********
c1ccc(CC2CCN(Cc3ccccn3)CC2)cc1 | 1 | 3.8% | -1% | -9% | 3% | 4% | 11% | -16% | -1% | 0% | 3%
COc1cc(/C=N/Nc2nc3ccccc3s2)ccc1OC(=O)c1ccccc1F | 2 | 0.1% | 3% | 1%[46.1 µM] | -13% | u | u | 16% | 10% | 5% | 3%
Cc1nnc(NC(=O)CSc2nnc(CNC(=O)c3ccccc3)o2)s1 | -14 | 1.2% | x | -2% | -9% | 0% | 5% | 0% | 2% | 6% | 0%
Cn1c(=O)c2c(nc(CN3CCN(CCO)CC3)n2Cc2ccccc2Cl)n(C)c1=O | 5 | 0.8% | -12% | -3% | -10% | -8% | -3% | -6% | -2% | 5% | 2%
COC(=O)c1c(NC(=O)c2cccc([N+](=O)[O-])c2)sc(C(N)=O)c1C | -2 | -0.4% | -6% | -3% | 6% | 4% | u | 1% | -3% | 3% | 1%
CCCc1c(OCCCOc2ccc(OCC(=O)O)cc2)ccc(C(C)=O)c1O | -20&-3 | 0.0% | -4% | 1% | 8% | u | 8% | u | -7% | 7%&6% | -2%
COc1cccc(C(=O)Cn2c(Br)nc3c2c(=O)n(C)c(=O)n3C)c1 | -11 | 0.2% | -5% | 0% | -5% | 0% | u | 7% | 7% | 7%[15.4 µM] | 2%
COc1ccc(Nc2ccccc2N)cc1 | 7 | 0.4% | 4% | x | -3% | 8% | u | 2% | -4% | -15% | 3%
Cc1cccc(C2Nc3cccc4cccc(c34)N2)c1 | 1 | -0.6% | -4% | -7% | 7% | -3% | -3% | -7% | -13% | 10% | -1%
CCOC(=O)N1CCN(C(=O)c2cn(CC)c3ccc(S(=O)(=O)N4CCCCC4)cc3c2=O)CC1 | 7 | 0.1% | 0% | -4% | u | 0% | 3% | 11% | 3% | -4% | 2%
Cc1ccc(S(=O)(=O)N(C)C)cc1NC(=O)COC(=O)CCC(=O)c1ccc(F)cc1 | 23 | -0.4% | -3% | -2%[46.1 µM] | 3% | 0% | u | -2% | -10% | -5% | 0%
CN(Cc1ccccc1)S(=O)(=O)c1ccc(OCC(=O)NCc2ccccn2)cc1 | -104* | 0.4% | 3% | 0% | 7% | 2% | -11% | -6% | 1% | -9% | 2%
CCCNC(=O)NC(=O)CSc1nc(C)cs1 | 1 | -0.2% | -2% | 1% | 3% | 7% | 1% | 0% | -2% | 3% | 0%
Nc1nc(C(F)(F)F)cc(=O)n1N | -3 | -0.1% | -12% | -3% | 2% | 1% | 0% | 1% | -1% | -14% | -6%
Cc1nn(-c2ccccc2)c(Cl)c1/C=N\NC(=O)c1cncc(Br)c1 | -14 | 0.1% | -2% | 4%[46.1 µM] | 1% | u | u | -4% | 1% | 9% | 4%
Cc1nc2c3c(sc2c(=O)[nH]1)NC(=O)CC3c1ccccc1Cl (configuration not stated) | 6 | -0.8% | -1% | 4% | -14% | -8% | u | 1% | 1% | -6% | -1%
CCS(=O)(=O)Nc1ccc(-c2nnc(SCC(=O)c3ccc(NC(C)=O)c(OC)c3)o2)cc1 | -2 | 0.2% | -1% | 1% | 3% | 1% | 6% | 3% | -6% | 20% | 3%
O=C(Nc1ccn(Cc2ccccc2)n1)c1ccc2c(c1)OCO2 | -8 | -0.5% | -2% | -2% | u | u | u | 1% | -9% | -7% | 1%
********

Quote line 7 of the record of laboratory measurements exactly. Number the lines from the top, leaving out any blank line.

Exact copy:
COc1cccc(C(=O)Cn2c(Br)nc3c2c(=O)n(C)c(=O)n3C)c1 | -11 | 0.2% | -5% | 0% | -5% | 0% | u | 7% | 7% | 7%[15.4 µM] | 2%